DEAR DOCTOR K:
I’m under a lot of stress at work. My doctor warned me that if I don’t get my stress under control, it could affect my cardiovascular health. Is this true?
Yes, it’s true. Long-term, constant stress can harm many aspects of your health, including your cardiovascular health.
Stress is the body’s way of responding to threat. Our distant prehistoric ancestors had a pretty stressful life, but it was different than the stressful lives we have. They knew that at any moment they might be killed. Back then, it was lions that were the threat.
Today’s “lions” don’t threaten to eat us; they just threaten to take our jobs. Today, there’s a lot to do, and a lot of hassles that make it hard to do all the things that need to be done. We have the drip-drip-drip of multitasking; sometimes we need to be in three places at once.
Cardiovascular disease (CVD) includes a range of ailments that affect your heart and the blood vessels that transport blood throughout your body. Two examples of CVD are heart attacks and strokes.
How might stress contribute to CVD? To begin with, stress appears to increase cholesterol levels. People with high levels of “bad” cholesterol are more likely to develop atherosclerosis. As fatty deposits accumulate on artery walls, the channel that the blood flows through becomes progressively narrower. Eventually, blood flow is obstructed. The blockage can cause angina, a heart attack or stroke.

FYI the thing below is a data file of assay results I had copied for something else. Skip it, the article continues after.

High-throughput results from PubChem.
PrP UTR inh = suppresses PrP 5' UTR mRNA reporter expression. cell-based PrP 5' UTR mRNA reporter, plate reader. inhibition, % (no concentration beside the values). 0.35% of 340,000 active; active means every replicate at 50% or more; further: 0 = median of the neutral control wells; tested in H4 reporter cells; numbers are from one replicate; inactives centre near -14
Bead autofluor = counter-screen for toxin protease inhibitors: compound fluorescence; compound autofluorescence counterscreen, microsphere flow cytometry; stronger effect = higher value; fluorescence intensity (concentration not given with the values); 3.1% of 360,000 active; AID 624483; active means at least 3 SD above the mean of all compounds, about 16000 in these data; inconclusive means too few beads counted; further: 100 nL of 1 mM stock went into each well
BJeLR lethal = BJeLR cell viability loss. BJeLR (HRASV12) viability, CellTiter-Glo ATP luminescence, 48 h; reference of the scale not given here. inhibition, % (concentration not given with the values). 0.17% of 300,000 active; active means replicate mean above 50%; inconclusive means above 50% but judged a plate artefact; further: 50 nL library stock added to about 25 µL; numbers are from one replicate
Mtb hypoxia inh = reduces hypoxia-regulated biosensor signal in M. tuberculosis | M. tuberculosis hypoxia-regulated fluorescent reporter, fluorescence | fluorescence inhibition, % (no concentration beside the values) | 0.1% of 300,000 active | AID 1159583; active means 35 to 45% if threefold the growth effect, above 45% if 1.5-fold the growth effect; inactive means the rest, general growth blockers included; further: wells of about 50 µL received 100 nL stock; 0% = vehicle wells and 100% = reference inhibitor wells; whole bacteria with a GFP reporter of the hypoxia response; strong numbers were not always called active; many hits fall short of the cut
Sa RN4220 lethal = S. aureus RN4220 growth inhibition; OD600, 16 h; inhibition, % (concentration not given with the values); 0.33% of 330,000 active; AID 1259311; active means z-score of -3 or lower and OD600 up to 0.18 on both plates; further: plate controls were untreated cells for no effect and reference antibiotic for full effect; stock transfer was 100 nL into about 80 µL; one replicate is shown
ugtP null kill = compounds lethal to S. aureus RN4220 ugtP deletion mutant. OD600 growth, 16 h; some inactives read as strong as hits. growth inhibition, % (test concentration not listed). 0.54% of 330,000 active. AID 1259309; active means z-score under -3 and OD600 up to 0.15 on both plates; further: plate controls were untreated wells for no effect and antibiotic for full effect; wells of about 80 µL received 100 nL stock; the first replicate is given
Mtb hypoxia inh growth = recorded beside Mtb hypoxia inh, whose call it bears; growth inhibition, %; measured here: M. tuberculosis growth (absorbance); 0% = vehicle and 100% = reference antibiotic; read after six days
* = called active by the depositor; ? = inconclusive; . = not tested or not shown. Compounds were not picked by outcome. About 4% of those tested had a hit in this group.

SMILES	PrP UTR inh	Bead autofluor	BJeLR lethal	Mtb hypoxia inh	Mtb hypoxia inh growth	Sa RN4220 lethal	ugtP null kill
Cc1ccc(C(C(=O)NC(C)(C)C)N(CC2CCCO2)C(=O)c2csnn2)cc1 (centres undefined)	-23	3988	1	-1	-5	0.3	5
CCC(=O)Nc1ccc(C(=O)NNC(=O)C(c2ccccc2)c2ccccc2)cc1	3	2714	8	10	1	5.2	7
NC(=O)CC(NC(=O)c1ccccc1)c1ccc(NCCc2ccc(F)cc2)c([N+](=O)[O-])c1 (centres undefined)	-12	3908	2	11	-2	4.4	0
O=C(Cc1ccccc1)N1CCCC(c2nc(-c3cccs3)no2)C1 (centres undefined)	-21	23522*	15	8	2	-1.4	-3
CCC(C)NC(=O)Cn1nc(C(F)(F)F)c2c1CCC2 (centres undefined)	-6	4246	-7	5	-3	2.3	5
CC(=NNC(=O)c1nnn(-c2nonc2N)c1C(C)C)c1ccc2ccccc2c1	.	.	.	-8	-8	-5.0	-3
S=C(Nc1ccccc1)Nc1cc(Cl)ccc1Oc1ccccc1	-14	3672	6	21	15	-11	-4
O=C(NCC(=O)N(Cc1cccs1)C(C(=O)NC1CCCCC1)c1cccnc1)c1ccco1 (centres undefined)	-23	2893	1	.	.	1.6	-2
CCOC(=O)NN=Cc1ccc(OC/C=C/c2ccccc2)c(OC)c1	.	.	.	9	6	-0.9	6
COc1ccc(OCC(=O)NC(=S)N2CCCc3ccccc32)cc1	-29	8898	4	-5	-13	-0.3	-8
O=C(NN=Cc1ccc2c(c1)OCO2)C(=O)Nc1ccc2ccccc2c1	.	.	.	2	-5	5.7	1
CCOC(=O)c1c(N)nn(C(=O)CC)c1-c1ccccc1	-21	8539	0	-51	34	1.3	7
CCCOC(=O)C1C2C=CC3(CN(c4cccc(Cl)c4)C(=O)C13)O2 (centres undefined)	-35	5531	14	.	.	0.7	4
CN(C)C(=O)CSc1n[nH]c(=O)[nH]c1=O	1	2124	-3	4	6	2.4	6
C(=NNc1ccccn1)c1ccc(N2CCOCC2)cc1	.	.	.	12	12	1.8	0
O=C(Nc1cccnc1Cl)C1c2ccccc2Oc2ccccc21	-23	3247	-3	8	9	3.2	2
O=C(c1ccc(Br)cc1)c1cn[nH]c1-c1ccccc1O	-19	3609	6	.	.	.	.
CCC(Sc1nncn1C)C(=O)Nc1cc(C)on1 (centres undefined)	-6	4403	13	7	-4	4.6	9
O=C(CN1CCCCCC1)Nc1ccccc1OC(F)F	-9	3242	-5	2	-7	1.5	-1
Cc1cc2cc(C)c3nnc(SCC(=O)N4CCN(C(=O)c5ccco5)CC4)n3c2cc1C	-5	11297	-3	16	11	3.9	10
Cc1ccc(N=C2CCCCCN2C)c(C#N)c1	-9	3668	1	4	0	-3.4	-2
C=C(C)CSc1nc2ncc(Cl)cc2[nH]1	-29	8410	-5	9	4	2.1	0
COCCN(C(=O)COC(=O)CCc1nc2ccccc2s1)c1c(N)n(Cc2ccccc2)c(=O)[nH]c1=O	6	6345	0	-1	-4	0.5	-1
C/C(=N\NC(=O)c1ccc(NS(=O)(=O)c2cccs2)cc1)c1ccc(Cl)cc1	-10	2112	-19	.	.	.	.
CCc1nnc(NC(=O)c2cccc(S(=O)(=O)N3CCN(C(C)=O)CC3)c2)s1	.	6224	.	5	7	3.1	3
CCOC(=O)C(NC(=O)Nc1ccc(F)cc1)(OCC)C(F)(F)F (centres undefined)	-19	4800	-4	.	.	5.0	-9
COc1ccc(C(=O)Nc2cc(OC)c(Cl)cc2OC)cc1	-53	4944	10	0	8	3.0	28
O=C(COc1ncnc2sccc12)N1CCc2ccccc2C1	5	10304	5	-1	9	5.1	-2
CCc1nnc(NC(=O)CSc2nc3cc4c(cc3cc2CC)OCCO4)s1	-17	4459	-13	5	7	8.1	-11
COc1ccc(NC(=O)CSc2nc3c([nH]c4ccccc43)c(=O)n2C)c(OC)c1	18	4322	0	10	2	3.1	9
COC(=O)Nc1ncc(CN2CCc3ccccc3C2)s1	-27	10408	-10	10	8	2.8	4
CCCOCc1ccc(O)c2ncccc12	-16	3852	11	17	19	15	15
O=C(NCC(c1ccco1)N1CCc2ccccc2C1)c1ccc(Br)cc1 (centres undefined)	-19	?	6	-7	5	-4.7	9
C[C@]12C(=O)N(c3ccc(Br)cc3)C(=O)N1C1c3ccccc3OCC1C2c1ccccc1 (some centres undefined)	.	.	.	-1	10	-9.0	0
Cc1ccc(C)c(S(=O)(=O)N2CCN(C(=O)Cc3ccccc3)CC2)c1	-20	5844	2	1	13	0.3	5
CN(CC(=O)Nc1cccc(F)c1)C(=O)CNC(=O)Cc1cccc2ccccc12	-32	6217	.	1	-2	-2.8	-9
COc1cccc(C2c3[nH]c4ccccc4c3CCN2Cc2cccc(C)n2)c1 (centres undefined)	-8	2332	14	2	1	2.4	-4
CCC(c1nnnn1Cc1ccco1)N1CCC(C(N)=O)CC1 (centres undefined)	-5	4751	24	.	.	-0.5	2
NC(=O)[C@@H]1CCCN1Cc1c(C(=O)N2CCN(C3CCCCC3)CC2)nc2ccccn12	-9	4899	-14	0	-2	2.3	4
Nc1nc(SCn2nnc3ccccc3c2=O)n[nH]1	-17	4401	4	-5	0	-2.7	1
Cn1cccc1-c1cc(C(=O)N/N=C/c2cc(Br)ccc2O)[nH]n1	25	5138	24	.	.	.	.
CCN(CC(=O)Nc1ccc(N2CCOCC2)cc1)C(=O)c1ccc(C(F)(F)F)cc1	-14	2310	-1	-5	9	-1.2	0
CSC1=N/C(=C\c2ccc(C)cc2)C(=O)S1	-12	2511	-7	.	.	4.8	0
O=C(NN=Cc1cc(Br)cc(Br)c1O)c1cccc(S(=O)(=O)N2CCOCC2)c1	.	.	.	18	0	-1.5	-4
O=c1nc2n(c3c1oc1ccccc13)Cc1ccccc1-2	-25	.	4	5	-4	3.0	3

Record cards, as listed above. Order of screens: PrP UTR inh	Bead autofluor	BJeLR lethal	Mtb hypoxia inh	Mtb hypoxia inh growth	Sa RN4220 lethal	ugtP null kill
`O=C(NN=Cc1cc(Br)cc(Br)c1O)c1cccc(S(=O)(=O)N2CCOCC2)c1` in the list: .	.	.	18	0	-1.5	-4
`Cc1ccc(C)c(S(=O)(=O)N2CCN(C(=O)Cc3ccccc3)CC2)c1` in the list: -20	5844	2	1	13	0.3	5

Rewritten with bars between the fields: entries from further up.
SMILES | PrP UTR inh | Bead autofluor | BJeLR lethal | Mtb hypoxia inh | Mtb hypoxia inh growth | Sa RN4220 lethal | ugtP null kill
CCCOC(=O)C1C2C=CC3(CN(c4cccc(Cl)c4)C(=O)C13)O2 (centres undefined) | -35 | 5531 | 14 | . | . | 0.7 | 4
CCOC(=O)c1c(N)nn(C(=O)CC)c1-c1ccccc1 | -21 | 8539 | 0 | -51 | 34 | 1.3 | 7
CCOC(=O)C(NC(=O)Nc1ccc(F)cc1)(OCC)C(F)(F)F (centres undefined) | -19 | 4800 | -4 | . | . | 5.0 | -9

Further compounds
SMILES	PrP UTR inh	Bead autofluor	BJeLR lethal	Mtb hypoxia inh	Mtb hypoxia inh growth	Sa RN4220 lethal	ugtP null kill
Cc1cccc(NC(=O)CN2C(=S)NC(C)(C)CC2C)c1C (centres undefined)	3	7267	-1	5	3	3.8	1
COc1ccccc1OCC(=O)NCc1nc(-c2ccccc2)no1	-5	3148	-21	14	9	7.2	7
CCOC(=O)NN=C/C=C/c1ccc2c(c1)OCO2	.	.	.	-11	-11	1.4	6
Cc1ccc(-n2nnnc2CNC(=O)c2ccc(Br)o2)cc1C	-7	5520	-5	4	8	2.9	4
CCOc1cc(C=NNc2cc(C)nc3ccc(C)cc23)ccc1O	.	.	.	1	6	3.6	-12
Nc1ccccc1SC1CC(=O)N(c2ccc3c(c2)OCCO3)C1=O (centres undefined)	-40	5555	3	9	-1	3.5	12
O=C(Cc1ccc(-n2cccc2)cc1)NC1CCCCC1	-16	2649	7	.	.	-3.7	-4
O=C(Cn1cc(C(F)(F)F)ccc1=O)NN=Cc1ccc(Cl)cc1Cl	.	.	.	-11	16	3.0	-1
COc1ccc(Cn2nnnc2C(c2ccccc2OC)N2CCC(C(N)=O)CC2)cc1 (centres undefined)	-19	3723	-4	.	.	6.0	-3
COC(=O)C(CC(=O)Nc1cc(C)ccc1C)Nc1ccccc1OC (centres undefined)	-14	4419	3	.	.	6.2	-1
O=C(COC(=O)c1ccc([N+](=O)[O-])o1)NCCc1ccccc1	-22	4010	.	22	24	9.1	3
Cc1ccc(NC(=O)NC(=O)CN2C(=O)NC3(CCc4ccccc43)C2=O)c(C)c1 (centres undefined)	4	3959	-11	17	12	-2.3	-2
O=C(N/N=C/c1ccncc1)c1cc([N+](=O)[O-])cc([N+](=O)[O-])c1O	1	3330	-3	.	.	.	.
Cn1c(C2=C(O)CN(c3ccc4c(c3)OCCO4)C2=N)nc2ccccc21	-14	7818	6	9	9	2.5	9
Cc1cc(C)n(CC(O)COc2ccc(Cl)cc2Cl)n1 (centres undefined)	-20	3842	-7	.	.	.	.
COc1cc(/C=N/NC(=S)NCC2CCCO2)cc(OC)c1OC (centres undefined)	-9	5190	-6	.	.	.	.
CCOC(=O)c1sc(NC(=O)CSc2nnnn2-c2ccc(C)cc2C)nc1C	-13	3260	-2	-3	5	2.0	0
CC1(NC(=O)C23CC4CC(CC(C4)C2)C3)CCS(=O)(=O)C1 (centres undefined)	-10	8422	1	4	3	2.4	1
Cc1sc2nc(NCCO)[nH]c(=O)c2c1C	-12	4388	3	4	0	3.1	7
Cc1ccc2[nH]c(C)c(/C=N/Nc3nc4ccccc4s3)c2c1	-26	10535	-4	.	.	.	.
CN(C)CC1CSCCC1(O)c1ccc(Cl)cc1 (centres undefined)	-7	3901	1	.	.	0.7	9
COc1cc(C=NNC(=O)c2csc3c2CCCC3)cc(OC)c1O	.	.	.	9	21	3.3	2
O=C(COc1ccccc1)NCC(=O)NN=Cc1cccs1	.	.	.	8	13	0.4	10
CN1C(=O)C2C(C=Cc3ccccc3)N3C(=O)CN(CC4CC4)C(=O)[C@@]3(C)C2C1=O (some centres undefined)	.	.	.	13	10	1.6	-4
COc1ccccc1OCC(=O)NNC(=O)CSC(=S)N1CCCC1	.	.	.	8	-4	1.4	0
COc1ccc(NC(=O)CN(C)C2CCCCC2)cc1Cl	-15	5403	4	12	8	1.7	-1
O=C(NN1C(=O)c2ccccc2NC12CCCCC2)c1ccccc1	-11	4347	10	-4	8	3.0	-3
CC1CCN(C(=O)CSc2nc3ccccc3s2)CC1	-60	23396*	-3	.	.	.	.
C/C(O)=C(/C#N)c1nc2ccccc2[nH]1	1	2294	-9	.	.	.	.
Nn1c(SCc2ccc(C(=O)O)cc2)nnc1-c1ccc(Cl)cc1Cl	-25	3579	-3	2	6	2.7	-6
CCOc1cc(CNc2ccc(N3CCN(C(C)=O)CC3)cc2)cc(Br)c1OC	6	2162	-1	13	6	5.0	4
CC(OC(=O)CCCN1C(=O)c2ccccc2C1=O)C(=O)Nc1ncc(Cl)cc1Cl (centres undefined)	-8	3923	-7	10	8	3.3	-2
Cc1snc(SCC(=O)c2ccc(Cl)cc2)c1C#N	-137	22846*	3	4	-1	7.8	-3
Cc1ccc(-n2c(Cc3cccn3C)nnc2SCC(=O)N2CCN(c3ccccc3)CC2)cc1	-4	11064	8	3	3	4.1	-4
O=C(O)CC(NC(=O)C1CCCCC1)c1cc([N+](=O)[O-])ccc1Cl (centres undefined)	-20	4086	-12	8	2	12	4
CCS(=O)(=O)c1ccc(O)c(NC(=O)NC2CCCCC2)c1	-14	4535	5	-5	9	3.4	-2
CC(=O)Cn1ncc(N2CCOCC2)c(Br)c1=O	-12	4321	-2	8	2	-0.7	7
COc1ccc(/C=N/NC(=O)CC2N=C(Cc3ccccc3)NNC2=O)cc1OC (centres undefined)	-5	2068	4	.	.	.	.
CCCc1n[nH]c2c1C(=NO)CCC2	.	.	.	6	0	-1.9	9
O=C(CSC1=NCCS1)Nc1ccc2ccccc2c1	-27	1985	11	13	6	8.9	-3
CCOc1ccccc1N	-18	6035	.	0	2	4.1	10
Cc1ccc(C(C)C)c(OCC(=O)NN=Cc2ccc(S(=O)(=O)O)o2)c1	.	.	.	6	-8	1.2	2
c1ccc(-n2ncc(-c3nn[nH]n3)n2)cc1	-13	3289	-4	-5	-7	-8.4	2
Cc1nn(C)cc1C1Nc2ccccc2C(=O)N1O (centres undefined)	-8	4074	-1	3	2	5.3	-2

What’s more, repeatedly arousing the body’s stress response can cause blood pressure to rise and platelets to become stickier. Stickier platelets make blood clots more likely. And ongoing high blood pressure damages the heart, blood vessels and other organs. It greatly increases your chances of developing heart disease.
Stress may also contribute to inflammation. Chronic inflammation plays a key role in the process leading to cholesterol-clogged arteries and heart attacks. Inflammation also influences the formation of artery-blocking clots. Clots are the ultimate cause of heart attacks and many strokes.
Stress can negatively influence behaviors that affect cardiovascular risk. People who are stressed are more likely to smoke and less likely to engage in physical activity. And I, for one, tend to eat more when I’m stressed.
Read more about strategies to manage your stress in “Chicken Soup for the Soul: Say Goodbye to Stress: Manage Your Problems, Big and Small, Every Day” by Dr. Jeff Brown of Harvard Medical School. Learn more about it here.
On a more positive note, managing your stress can lower your risk of developing CVD. Whether you’re struggling with financial worries, marital discord or, as in your case, work-related stress, talk to your doctor about strategies to help you relax.